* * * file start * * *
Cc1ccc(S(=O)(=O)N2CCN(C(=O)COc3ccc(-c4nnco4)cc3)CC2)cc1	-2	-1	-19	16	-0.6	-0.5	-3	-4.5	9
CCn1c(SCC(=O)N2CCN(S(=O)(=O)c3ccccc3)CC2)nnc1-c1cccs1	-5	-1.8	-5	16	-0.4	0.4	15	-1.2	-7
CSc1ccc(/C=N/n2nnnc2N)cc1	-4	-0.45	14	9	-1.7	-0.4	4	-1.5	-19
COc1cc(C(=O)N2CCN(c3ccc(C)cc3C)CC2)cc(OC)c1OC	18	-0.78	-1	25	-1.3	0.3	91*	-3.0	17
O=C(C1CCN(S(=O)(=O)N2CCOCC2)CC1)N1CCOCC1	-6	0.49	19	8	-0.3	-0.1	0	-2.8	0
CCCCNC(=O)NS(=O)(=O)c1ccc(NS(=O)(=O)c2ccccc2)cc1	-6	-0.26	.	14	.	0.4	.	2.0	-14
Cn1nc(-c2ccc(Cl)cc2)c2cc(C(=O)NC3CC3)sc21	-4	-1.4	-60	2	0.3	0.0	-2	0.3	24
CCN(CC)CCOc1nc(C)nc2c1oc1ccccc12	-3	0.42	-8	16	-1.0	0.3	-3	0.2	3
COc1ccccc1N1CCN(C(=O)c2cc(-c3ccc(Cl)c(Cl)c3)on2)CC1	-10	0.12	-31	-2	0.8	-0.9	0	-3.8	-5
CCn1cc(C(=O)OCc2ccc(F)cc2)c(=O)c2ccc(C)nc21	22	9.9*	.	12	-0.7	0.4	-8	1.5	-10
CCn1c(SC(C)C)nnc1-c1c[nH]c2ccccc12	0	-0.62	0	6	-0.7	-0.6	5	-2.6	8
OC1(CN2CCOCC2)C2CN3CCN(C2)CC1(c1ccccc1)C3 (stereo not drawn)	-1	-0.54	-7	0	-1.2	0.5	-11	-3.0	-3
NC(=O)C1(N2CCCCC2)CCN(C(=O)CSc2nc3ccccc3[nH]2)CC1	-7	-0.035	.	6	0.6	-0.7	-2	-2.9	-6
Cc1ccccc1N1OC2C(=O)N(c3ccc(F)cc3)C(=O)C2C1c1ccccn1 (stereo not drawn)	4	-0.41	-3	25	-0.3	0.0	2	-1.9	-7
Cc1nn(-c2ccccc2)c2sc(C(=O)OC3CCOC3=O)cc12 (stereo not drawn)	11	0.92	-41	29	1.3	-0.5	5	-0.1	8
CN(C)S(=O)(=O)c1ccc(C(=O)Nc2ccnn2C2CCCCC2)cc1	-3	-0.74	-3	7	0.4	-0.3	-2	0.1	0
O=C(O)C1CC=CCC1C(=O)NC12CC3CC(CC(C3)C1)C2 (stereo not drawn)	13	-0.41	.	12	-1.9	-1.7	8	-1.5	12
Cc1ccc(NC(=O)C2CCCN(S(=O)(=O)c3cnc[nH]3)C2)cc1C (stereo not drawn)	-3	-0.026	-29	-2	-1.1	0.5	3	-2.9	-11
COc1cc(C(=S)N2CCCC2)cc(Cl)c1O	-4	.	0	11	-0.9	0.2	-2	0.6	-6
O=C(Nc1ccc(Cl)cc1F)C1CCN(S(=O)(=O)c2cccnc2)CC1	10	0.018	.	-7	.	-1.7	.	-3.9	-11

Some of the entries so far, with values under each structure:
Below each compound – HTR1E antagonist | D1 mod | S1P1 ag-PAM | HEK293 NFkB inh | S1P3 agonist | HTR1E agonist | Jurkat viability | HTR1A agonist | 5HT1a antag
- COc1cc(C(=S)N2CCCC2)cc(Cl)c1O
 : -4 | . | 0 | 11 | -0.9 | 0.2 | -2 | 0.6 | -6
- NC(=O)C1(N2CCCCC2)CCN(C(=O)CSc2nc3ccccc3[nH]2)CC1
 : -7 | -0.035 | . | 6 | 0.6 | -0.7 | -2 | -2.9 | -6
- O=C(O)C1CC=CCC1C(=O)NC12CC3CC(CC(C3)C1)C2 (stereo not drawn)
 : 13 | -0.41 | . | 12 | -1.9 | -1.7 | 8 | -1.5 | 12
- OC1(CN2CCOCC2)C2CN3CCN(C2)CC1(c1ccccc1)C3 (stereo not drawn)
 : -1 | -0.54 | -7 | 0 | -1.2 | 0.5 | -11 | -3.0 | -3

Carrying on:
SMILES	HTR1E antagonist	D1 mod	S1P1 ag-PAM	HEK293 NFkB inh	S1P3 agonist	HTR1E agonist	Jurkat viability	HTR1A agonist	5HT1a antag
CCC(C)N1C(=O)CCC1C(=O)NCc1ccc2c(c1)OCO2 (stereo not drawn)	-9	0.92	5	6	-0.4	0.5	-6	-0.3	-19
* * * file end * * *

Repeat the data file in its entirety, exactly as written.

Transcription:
Cc1ccc(S(=O)(=O)N2CCN(C(=O)COc3ccc(-c4nnco4)cc3)CC2)cc1	-2	-1	-19	16	-0.6	-0.5	-3	-4.5	9
CCn1c(SCC(=O)N2CCN(S(=O)(=O)c3ccccc3)CC2)nnc1-c1cccs1	-5	-1.8	-5	16	-0.4	0.4	15	-1.2	-7
CSc1ccc(/C=N/n2nnnc2N)cc1	-4	-0.45	14	9	-1.7	-0.4	4	-1.5	-19
COc1cc(C(=O)N2CCN(c3ccc(C)cc3C)CC2)cc(OC)c1OC	18	-0.78	-1	25	-1.3	0.3	91*	-3.0	17
O=C(C1CCN(S(=O)(=O)N2CCOCC2)CC1)N1CCOCC1	-6	0.49	19	8	-0.3	-0.1	0	-2.8	0
CCCCNC(=O)NS(=O)(=O)c1ccc(NS(=O)(=O)c2ccccc2)cc1	-6	-0.26	.	14	.	0.4	.	2.0	-14
Cn1nc(-c2ccc(Cl)cc2)c2cc(C(=O)NC3CC3)sc21	-4	-1.4	-60	2	0.3	0.0	-2	0.3	24
CCN(CC)CCOc1nc(C)nc2c1oc1ccccc12	-3	0.42	-8	16	-1.0	0.3	-3	0.2	3
COc1ccccc1N1CCN(C(=O)c2cc(-c3ccc(Cl)c(Cl)c3)on2)CC1	-10	0.12	-31	-2	0.8	-0.9	0	-3.8	-5
CCn1cc(C(=O)OCc2ccc(F)cc2)c(=O)c2ccc(C)nc21	22	9.9*	.	12	-0.7	0.4	-8	1.5	-10
CCn1c(SC(C)C)nnc1-c1c[nH]c2ccccc12	0	-0.62	0	6	-0.7	-0.6	5	-2.6	8
OC1(CN2CCOCC2)C2CN3CCN(C2)CC1(c1ccccc1)C3 (stereo not drawn)	-1	-0.54	-7	0	-1.2	0.5	-11	-3.0	-3
NC(=O)C1(N2CCCCC2)CCN(C(=O)CSc2nc3ccccc3[nH]2)CC1	-7	-0.035	.	6	0.6	-0.7	-2	-2.9	-6
Cc1ccccc1N1OC2C(=O)N(c3ccc(F)cc3)C(=O)C2C1c1ccccn1 (stereo not drawn)	4	-0.41	-3	25	-0.3	0.0	2	-1.9	-7
Cc1nn(-c2ccccc2)c2sc(C(=O)OC3CCOC3=O)cc12 (stereo not drawn)	11	0.92	-41	29	1.3	-0.5	5	-0.1	8
CN(C)S(=O)(=O)c1ccc(C(=O)Nc2ccnn2C2CCCCC2)cc1	-3	-0.74	-3	7	0.4	-0.3	-2	0.1	0
O=C(O)C1CC=CCC1C(=O)NC12CC3CC(CC(C3)C1)C2 (stereo not drawn)	13	-0.41	.	12	-1.9	-1.7	8	-1.5	12
Cc1ccc(NC(=O)C2CCCN(S(=O)(=O)c3cnc[nH]3)C2)cc1C (stereo not drawn)	-3	-0.026	-29	-2	-1.1	0.5	3	-2.9	-11
COc1cc(C(=S)N2CCCC2)cc(Cl)c1O	-4	.	0	11	-0.9	0.2	-2	0.6	-6
O=C(Nc1ccc(Cl)cc1F)C1CCN(S(=O)(=O)c2cccnc2)CC1	10	0.018	.	-7	.	-1.7	.	-3.9	-11

Some of the entries so far, with values under each structure:
Below each compound – HTR1E antagonist | D1 mod | S1P1 ag-PAM | HEK293 NFkB inh | S1P3 agonist | HTR1E agonist | Jurkat viability | HTR1A agonist | 5HT1a antag
- COc1cc(C(=S)N2CCCC2)cc(Cl)c1O
 : -4 | . | 0 | 11 | -0.9 | 0.2 | -2 | 0.6 | -6
- NC(=O)C1(N2CCCCC2)CCN(C(=O)CSc2nc3ccccc3[nH]2)CC1
 : -7 | -0.035 | . | 6 | 0.6 | -0.7 | -2 | -2.9 | -6
- O=C(O)C1CC=CCC1C(=O)NC12CC3CC(CC(C3)C1)C2 (stereo not drawn)
 : 13 | -0.41 | . | 12 | -1.9 | -1.7 | 8 | -1.5 | 12
- OC1(CN2CCOCC2)C2CN3CCN(C2)CC1(c1ccccc1)C3 (stereo not drawn)
 : -1 | -0.54 | -7 | 0 | -1.2 | 0.5 | -11 | -3.0 | -3

Carrying on:
SMILES	HTR1E antagonist	D1 mod	S1P1 ag-PAM	HEK293 NFkB inh	S1P3 agonist	HTR1E agonist	Jurkat viability	HTR1A agonist	5HT1a antag
CCC(C)N1C(=O)CCC1C(=O)NCc1ccc2c(c1)OCO2 (stereo not drawn)	-9	0.92	5	6	-0.4	0.5	-6	-0.3	-19